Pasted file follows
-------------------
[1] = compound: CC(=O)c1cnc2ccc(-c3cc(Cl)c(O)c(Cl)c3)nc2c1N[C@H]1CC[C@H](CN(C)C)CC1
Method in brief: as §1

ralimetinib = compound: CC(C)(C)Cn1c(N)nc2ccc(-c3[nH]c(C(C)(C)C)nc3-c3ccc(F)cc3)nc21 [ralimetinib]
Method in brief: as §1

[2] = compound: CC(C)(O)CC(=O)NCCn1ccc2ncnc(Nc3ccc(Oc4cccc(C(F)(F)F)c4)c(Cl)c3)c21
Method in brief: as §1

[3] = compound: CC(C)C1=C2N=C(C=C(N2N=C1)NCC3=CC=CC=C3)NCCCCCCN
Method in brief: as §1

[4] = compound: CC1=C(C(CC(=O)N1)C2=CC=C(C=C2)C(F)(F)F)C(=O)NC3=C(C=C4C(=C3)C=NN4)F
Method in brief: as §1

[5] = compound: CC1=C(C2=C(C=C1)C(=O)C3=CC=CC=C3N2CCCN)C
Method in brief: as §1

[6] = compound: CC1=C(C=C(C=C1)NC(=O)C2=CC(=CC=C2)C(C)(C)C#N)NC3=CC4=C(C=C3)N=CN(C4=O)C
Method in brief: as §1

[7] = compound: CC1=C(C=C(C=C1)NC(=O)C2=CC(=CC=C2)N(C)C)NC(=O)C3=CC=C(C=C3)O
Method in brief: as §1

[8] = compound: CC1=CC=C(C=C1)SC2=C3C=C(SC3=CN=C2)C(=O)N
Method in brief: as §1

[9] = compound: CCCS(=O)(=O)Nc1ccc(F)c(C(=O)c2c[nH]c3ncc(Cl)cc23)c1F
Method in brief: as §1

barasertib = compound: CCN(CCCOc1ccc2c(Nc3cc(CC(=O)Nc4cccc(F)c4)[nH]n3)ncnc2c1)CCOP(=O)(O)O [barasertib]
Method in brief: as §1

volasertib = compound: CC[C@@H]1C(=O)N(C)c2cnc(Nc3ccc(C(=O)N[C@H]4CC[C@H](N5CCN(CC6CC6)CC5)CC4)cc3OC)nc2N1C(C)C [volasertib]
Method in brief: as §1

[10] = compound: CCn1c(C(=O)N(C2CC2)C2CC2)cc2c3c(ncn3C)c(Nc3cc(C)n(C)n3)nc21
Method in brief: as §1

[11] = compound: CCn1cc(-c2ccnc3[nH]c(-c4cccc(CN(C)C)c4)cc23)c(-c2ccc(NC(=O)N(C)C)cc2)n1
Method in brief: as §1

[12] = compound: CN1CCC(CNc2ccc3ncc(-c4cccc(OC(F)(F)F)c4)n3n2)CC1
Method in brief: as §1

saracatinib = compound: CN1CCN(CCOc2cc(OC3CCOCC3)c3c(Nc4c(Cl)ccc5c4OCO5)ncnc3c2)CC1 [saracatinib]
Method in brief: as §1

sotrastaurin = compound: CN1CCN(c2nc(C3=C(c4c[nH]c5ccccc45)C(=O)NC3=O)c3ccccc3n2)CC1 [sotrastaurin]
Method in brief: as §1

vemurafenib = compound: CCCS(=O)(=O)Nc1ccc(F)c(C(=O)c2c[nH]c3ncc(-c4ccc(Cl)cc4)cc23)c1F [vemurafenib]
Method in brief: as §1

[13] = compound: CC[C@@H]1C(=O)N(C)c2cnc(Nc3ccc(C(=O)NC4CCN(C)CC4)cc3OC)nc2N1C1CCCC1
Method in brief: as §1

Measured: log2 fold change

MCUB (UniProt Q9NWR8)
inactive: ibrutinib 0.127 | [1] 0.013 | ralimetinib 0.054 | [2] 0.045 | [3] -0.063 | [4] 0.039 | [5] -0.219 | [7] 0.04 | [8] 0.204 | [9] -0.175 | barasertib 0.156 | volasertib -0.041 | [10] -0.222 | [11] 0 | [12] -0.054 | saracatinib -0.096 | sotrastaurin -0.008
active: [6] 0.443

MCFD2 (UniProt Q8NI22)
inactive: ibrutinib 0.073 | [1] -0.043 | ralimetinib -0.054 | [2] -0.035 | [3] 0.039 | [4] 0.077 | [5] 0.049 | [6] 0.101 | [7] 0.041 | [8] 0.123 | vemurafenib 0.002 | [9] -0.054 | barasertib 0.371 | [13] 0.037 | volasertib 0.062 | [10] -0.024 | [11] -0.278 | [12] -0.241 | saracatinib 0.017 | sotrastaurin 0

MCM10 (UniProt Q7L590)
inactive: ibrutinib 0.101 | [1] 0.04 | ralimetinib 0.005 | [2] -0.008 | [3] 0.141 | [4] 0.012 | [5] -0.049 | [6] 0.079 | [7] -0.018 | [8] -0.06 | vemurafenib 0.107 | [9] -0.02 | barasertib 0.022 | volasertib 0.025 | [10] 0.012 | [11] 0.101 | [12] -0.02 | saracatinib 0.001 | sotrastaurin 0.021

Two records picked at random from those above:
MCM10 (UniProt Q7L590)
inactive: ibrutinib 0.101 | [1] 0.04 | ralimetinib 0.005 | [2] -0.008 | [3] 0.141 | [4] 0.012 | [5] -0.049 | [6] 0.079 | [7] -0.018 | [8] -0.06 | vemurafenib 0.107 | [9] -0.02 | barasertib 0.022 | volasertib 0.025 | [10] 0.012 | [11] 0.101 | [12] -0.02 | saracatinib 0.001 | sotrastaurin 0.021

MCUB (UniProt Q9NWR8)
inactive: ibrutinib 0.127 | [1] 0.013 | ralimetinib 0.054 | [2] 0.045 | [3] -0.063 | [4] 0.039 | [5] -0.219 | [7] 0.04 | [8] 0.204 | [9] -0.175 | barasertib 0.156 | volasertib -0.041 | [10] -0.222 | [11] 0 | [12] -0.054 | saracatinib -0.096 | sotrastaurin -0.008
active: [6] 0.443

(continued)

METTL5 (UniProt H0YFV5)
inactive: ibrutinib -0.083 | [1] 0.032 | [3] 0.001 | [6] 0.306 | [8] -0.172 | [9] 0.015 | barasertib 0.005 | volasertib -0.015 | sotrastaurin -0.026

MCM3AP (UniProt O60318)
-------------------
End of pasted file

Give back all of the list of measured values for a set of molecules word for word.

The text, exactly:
[1] = compound: CC(=O)c1cnc2ccc(-c3cc(Cl)c(O)c(Cl)c3)nc2c1N[C@H]1CC[C@H](CN(C)C)CC1
Method in brief: as §1

ralimetinib = compound: CC(C)(C)Cn1c(N)nc2ccc(-c3[nH]c(C(C)(C)C)nc3-c3ccc(F)cc3)nc21 [ralimetinib]
Method in brief: as §1

[2] = compound: CC(C)(O)CC(=O)NCCn1ccc2ncnc(Nc3ccc(Oc4cccc(C(F)(F)F)c4)c(Cl)c3)c21
Method in brief: as §1

[3] = compound: CC(C)C1=C2N=C(C=C(N2N=C1)NCC3=CC=CC=C3)NCCCCCCN
Method in brief: as §1

[4] = compound: CC1=C(C(CC(=O)N1)C2=CC=C(C=C2)C(F)(F)F)C(=O)NC3=C(C=C4C(=C3)C=NN4)F
Method in brief: as §1

[5] = compound: CC1=C(C2=C(C=C1)C(=O)C3=CC=CC=C3N2CCCN)C
Method in brief: as §1

[6] = compound: CC1=C(C=C(C=C1)NC(=O)C2=CC(=CC=C2)C(C)(C)C#N)NC3=CC4=C(C=C3)N=CN(C4=O)C
Method in brief: as §1

[7] = compound: CC1=C(C=C(C=C1)NC(=O)C2=CC(=CC=C2)N(C)C)NC(=O)C3=CC=C(C=C3)O
Method in brief: as §1

[8] = compound: CC1=CC=C(C=C1)SC2=C3C=C(SC3=CN=C2)C(=O)N
Method in brief: as §1

[9] = compound: CCCS(=O)(=O)Nc1ccc(F)c(C(=O)c2c[nH]c3ncc(Cl)cc23)c1F
Method in brief: as §1

barasertib = compound: CCN(CCCOc1ccc2c(Nc3cc(CC(=O)Nc4cccc(F)c4)[nH]n3)ncnc2c1)CCOP(=O)(O)O [barasertib]
Method in brief: as §1

volasertib = compound: CC[C@@H]1C(=O)N(C)c2cnc(Nc3ccc(C(=O)N[C@H]4CC[C@H](N5CCN(CC6CC6)CC5)CC4)cc3OC)nc2N1C(C)C [volasertib]
Method in brief: as §1

[10] = compound: CCn1c(C(=O)N(C2CC2)C2CC2)cc2c3c(ncn3C)c(Nc3cc(C)n(C)n3)nc21
Method in brief: as §1

[11] = compound: CCn1cc(-c2ccnc3[nH]c(-c4cccc(CN(C)C)c4)cc23)c(-c2ccc(NC(=O)N(C)C)cc2)n1
Method in brief: as §1

[12] = compound: CN1CCC(CNc2ccc3ncc(-c4cccc(OC(F)(F)F)c4)n3n2)CC1
Method in brief: as §1

saracatinib = compound: CN1CCN(CCOc2cc(OC3CCOCC3)c3c(Nc4c(Cl)ccc5c4OCO5)ncnc3c2)CC1 [saracatinib]
Method in brief: as §1

sotrastaurin = compound: CN1CCN(c2nc(C3=C(c4c[nH]c5ccccc45)C(=O)NC3=O)c3ccccc3n2)CC1 [sotrastaurin]
Method in brief: as §1

vemurafenib = compound: CCCS(=O)(=O)Nc1ccc(F)c(C(=O)c2c[nH]c3ncc(-c4ccc(Cl)cc4)cc23)c1F [vemurafenib]
Method in brief: as §1

[13] = compound: CC[C@@H]1C(=O)N(C)c2cnc(Nc3ccc(C(=O)NC4CCN(C)CC4)cc3OC)nc2N1C1CCCC1
Method in brief: as §1

Measured: log2 fold change

MCUB (UniProt Q9NWR8)
inactive: ibrutinib 0.127 | [1] 0.013 | ralimetinib 0.054 | [2] 0.045 | [3] -0.063 | [4] 0.039 | [5] -0.219 | [7] 0.04 | [8] 0.204 | [9] -0.175 | barasertib 0.156 | volasertib -0.041 | [10] -0.222 | [11] 0 | [12] -0.054 | saracatinib -0.096 | sotrastaurin -0.008
active: [6] 0.443

MCFD2 (UniProt Q8NI22)
inactive: ibrutinib 0.073 | [1] -0.043 | ralimetinib -0.054 | [2] -0.035 | [3] 0.039 | [4] 0.077 | [5] 0.049 | [6] 0.101 | [7] 0.041 | [8] 0.123 | vemurafenib 0.002 | [9] -0.054 | barasertib 0.371 | [13] 0.037 | volasertib 0.062 | [10] -0.024 | [11] -0.278 | [12] -0.241 | saracatinib 0.017 | sotrastaurin 0

MCM10 (UniProt Q7L590)
inactive: ibrutinib 0.101 | [1] 0.04 | ralimetinib 0.005 | [2] -0.008 | [3] 0.141 | [4] 0.012 | [5] -0.049 | [6] 0.079 | [7] -0.018 | [8] -0.06 | vemurafenib 0.107 | [9] -0.02 | barasertib 0.022 | volasertib 0.025 | [10] 0.012 | [11] 0.101 | [12] -0.02 | saracatinib 0.001 | sotrastaurin 0.021

Two records picked at random from those above:
MCM10 (UniProt Q7L590)
inactive: ibrutinib 0.101 | [1] 0.04 | ralimetinib 0.005 | [2] -0.008 | [3] 0.141 | [4] 0.012 | [5] -0.049 | [6] 0.079 | [7] -0.018 | [8] -0.06 | vemurafenib 0.107 | [9] -0.02 | barasertib 0.022 | volasertib 0.025 | [10] 0.012 | [11] 0.101 | [12] -0.02 | saracatinib 0.001 | sotrastaurin 0.021

MCUB (UniProt Q9NWR8)
inactive: ibrutinib 0.127 | [1] 0.013 | ralimetinib 0.054 | [2] 0.045 | [3] -0.063 | [4] 0.039 | [5] -0.219 | [7] 0.04 | [8] 0.204 | [9] -0.175 | barasertib 0.156 | volasertib -0.041 | [10] -0.222 | [11] 0 | [12] -0.054 | saracatinib -0.096 | sotrastaurin -0.008
active: [6] 0.443

(continued)

METTL5 (UniProt H0YFV5)
inactive: ibrutinib -0.083 | [1] 0.032 | [3] 0.001 | [6] 0.306 | [8] -0.172 | [9] 0.015 | barasertib 0.005 | volasertib -0.015 | sotrastaurin -0.026

MCM3AP (UniProt O60318)